After a busy few weeks working on the Obamacare case, I want to draw some attention back to another matter of importance to conservatives. Public officials in Tennessee continue to debate whether the state should abandon its Missouri Plan method of judicial selection in favor of something more like the federal method. As I reported several weeks ago, some Republicans in Tennessee have been carrying water for the trial lawyers and Soros-funded special interest groups who would prevent that from happening.
Thankfully the situation has improved. The most encouraging news came last week when the state’s senate judiciary committee approved a constitutional amendment sponsored by Senator Brian Kelsey. If adopted, judges would be appointed by the governor with the advice and consent of the legislature. The committee also approved a companion piece of legislation which would allow the state to abandon its Missouri Plan while the process of amending the state constitution plays out. The virtue of the Kelsey amendment is that it would allow the people of Tennessee to hold the governor accountable for poor judicial appointments, or credit him for the good ones. That structure has worked well at the federal level for more than 200 years, producing judges of the highest quality while forcing senate and presidential candidates to answer public questions about their judicial philosophy. In contrast, the current method of selection, the Missouri Plan, empowers an unaccountable commission of lawyers, diffusing decision-rights so that no one is truly responsible for the important act of choosing a judge. The structure is plainly inconsistent with the principles the framers established in the U.S. Constitution, and it comes closest to the method of selection proposed by Benjamin Franklin as a joke for the entertainment of the rest of the convention delegates. Governor Haslam has endorsed the federal method and I am told that key legislators, including Lieutenant Governor Ron Ramsey and House Speaker Beth Harwell, support the concept as well. These leaders deserve credit for promoting reform, and their constituents should encourage them to continue on this path. Unfortunately I am told that the situation in the capitol remains quite fluid, despite these positive signs.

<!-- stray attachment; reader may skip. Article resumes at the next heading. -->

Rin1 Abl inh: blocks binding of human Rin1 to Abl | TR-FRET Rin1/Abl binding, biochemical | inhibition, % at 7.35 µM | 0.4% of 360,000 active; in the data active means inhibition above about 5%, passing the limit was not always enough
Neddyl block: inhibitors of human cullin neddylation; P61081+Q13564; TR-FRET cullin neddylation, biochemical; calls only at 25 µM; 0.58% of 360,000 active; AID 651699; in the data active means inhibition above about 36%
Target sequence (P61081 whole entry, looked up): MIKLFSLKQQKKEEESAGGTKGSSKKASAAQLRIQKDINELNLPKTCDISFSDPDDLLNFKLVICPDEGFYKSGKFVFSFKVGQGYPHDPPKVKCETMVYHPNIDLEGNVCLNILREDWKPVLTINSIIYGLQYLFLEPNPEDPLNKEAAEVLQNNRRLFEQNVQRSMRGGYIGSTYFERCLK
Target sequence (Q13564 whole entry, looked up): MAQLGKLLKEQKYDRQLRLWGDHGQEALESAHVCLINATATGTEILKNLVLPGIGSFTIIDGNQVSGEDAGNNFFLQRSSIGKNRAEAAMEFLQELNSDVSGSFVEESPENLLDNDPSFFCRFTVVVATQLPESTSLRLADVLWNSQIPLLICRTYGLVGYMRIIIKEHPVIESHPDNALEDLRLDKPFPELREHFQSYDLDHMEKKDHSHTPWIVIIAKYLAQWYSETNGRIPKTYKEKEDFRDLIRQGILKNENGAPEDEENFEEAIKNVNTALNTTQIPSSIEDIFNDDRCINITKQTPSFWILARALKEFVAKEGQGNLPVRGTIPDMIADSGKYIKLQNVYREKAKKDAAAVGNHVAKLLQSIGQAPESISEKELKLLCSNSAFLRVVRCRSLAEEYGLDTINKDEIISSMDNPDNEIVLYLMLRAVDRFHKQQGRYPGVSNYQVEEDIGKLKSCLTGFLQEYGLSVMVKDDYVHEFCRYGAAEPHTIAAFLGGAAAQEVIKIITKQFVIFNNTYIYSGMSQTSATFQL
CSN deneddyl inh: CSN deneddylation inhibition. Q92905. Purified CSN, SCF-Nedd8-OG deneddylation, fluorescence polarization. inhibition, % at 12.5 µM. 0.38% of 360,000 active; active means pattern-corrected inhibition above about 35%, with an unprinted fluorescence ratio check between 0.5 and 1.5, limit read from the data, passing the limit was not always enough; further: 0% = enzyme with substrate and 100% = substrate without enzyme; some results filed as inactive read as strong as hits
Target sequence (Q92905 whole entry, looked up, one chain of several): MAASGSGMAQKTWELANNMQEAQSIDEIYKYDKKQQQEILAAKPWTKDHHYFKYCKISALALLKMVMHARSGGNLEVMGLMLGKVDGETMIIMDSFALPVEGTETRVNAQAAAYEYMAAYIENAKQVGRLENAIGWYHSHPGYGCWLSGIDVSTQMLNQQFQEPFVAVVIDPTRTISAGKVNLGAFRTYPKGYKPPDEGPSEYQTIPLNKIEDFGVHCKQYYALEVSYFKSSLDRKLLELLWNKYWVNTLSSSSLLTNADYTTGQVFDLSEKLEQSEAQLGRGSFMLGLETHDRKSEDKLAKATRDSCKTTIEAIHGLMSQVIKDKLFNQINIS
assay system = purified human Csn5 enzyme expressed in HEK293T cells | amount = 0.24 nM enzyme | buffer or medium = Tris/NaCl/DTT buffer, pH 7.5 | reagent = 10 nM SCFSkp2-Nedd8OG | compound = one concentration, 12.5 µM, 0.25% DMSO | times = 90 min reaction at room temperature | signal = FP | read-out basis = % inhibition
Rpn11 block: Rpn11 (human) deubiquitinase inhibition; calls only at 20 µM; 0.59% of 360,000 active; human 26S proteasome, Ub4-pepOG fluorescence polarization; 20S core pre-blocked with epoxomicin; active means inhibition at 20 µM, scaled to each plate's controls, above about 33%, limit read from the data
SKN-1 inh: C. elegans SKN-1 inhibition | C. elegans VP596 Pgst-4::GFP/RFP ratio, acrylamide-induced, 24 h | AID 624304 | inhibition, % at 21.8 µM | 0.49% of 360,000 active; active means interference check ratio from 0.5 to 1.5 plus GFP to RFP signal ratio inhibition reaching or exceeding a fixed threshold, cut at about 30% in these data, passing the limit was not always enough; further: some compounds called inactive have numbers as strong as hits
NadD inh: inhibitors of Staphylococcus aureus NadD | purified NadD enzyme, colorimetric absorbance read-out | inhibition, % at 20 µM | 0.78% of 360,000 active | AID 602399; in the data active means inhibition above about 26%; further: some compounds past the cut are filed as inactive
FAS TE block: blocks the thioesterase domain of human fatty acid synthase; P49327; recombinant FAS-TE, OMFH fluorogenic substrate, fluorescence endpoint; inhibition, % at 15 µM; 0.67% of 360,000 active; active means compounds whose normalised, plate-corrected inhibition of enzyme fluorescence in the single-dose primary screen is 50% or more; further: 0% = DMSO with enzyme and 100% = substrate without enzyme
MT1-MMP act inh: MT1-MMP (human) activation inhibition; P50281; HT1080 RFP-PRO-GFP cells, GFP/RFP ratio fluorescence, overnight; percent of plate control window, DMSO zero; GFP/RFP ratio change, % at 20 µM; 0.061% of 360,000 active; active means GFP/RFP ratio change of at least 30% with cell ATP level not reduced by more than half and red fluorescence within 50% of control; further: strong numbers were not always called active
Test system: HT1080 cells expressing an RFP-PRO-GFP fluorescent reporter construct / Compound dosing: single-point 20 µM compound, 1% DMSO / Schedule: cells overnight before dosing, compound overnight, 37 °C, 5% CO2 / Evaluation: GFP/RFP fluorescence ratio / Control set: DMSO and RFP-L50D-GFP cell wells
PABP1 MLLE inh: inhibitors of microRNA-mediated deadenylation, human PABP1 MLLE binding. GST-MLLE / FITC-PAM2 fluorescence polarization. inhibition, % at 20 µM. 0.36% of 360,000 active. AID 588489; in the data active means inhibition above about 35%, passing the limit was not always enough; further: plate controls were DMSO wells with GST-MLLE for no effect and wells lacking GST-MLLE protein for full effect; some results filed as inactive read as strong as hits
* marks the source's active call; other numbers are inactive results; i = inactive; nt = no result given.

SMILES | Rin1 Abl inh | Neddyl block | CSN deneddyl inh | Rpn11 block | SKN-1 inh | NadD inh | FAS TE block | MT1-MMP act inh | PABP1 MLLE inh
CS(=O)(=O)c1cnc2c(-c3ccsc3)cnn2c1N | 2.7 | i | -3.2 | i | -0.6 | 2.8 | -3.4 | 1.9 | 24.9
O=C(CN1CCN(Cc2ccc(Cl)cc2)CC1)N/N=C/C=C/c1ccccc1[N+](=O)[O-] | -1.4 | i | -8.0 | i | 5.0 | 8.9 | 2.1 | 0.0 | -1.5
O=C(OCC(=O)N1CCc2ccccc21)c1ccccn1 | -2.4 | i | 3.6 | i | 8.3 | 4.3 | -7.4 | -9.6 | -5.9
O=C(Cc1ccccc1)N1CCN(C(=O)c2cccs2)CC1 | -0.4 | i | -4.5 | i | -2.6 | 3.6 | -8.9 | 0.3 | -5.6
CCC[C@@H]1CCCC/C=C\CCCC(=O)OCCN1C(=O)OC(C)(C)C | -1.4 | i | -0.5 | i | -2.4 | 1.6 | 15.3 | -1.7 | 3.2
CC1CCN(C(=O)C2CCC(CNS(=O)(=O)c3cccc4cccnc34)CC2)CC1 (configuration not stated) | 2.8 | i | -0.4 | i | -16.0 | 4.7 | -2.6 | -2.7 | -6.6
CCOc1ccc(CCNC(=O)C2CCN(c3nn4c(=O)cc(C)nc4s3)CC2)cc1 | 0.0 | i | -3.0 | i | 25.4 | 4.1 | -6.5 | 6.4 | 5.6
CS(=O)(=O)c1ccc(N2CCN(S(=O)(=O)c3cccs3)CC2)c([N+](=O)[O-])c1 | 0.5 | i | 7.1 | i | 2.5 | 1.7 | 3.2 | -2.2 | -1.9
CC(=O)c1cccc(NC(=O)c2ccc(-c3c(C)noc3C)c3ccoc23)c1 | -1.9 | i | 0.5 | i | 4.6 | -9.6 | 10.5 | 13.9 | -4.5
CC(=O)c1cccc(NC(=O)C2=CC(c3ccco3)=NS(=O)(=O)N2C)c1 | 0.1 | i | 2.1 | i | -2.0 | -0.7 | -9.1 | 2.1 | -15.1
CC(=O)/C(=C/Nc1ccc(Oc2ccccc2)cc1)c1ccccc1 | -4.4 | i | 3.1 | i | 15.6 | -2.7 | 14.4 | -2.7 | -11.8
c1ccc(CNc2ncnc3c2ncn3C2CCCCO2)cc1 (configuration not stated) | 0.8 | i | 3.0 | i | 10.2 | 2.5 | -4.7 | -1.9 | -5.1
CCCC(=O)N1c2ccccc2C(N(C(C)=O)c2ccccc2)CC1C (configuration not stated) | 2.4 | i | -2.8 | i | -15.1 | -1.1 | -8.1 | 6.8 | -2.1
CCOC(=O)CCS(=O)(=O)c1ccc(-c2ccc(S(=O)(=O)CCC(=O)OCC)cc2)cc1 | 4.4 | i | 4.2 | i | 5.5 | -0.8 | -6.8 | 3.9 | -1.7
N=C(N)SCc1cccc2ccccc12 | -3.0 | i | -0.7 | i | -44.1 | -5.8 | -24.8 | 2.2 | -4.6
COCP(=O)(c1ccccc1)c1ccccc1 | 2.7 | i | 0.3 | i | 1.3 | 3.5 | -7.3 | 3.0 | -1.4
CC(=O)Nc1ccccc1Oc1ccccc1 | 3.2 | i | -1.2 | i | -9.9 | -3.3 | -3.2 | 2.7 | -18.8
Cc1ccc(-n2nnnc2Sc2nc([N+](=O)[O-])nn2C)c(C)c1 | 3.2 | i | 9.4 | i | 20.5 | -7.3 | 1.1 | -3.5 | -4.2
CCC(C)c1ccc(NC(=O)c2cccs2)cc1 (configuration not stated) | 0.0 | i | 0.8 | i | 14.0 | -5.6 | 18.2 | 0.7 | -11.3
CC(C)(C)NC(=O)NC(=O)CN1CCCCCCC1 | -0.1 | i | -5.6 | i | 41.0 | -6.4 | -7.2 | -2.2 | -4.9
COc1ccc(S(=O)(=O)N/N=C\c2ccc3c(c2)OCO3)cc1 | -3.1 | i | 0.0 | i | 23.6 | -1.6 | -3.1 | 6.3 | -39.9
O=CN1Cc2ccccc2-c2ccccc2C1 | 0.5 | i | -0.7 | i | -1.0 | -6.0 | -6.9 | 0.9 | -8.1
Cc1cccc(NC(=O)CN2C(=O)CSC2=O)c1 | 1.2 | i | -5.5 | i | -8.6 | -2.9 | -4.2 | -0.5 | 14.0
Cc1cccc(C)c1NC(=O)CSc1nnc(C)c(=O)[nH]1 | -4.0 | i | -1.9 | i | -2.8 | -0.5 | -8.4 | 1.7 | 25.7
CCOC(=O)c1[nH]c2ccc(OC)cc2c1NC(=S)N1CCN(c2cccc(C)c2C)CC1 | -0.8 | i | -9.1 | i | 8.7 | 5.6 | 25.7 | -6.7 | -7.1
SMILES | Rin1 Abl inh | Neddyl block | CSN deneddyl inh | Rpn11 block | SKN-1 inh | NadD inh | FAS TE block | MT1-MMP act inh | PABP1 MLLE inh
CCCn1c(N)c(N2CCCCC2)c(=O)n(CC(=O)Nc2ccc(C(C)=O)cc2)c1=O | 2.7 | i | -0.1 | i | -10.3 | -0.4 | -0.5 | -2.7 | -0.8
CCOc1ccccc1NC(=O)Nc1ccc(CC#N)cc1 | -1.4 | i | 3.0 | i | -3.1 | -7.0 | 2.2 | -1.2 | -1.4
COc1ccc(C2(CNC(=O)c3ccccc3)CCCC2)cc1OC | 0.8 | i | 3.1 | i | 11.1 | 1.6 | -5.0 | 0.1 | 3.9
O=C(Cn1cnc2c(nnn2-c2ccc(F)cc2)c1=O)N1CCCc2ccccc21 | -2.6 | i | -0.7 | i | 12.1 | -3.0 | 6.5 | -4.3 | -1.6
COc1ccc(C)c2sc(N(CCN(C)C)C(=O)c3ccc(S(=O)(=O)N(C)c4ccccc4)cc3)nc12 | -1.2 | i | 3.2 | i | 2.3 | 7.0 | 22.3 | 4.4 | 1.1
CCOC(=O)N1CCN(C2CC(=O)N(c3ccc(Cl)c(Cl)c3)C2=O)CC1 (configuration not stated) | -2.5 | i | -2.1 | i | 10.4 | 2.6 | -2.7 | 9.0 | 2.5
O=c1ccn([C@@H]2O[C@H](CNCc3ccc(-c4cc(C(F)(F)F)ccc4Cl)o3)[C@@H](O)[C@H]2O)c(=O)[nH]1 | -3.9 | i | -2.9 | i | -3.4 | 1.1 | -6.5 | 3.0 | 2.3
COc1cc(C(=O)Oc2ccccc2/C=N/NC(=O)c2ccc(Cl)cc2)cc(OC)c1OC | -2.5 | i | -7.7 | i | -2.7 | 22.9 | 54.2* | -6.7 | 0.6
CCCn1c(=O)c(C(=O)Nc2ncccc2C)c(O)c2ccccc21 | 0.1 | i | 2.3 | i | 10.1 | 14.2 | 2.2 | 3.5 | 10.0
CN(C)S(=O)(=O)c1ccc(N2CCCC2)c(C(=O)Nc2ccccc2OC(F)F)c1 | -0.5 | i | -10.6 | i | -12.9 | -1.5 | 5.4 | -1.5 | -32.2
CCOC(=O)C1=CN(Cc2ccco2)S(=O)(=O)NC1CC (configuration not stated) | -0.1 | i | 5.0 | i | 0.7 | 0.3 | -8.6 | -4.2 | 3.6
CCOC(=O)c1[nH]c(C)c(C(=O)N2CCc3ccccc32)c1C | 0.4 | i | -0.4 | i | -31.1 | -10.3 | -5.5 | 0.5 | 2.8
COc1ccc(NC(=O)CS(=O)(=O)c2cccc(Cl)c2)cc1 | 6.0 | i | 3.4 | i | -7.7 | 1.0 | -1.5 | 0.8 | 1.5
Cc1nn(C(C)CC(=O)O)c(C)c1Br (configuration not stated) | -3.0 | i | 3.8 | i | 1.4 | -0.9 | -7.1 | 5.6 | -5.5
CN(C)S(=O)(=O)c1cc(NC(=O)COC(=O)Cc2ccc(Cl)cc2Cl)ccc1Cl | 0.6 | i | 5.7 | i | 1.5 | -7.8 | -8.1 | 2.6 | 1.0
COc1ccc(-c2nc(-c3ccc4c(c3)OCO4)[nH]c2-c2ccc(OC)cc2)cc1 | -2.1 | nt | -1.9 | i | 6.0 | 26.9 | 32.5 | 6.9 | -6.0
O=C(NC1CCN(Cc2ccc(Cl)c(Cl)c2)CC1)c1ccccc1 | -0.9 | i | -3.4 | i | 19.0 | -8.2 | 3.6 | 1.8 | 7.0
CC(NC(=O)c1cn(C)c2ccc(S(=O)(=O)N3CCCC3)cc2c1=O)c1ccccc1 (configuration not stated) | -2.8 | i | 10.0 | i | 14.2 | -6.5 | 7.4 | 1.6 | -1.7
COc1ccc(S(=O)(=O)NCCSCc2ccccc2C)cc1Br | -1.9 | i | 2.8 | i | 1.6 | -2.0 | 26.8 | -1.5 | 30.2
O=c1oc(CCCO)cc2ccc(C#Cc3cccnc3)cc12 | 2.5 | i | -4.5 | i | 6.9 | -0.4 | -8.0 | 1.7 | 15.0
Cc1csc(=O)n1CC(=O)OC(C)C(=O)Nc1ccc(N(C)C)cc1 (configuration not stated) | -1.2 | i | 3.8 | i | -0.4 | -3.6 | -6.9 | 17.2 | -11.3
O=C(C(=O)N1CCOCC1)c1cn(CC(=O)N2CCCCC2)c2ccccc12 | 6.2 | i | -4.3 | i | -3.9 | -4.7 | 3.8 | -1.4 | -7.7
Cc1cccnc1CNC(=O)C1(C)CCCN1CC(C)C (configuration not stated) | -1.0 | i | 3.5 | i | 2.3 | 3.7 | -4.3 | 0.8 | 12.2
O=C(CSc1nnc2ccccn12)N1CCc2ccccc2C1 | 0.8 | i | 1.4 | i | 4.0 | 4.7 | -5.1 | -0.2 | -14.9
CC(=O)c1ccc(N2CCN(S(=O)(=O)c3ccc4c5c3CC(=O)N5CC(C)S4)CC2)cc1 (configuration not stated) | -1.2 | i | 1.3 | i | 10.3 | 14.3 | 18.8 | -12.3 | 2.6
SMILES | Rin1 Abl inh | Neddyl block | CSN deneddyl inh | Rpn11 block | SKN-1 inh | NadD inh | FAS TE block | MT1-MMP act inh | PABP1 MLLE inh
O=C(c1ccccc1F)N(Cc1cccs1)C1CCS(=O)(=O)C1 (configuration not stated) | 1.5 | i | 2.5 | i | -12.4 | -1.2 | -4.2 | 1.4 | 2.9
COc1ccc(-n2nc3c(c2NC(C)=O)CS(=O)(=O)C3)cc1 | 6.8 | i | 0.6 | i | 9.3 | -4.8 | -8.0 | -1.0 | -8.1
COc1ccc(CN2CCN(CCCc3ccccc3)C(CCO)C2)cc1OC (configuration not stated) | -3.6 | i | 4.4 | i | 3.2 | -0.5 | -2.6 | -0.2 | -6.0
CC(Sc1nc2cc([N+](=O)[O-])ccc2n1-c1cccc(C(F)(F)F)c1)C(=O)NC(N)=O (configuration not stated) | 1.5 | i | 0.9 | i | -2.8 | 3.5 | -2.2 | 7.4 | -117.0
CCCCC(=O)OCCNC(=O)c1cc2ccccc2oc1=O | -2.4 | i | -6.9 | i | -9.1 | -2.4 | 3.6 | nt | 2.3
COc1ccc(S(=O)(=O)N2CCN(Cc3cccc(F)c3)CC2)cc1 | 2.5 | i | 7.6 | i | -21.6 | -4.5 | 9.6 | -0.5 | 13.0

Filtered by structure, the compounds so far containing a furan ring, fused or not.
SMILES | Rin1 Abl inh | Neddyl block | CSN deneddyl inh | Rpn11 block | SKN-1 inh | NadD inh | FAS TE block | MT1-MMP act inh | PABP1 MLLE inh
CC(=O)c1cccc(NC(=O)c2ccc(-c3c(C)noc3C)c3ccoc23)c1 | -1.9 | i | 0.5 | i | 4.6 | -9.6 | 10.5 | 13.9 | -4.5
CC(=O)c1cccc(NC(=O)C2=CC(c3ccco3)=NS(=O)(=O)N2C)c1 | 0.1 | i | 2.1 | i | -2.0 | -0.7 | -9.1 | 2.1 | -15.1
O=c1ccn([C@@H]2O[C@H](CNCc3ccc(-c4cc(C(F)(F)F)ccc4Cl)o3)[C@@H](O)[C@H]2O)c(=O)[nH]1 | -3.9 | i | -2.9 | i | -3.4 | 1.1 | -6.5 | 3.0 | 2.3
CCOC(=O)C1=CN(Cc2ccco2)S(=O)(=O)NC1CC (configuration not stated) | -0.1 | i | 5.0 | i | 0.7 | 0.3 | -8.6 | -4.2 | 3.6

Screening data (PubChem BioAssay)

Some Tennessee Republicans continue to side with trial lawyers and liberal special interest groups. I suspect they are unaware that so-called “merit” selection is a favorite policy of liberals, or that, as the editors of the Wall Street Journal have noted, George Soros invests heavily to promote that method of selection across the country.
One rumor I have heard from several sources suggests that the liberal Tennessee Bar Association and the state’s chief justice are pinning their hopes for preserving the status quo on Republican Representative Jon Lundberg. I have heard that the same is true of the governor’s chief legal counsel, who has apparently been freelancing on the issue.
Representative Lundberg may have good intentions, but he is misguided. One of his proposals is so poorly drafted that one has to wonder if he reviewed it himself. It would give the legislature unlimited authority to design and establish a commission to nominate judges. If some future legislature wanted the AFL-CIO, the Earth Liberation Front, and the trial lawyers to nominate judges in Tennessee, no one could prevent them from doing that. Then, in order to stay in office, a judge would have to obtain a “satisfactory job performance evaluation.” The proposed amendment does not define the terms “satisfactory,” “job performance,” or explain who or what entity would undertake the performance evaluation. So use your imagination when trying to discern who could end up with the authority to evaluate and fire judges.
By rejecting elections and the federal method, and seeking to preserve the current commission-based method at all cost, the TBA and its supporters simply increase the probability that conservatives will be forced to wage an intense campaign to defeat any amendment that survives the legislative process.
It is hard to tell how the situation will play out. Hopefully other legislators will get behind Governor Haslam and the legislative leaders who have endorsed the federal method of selection. In the interim, we will be working on the issue and will keep you informed.
Update: This post previously referred to the Chief Justice as Janice Holder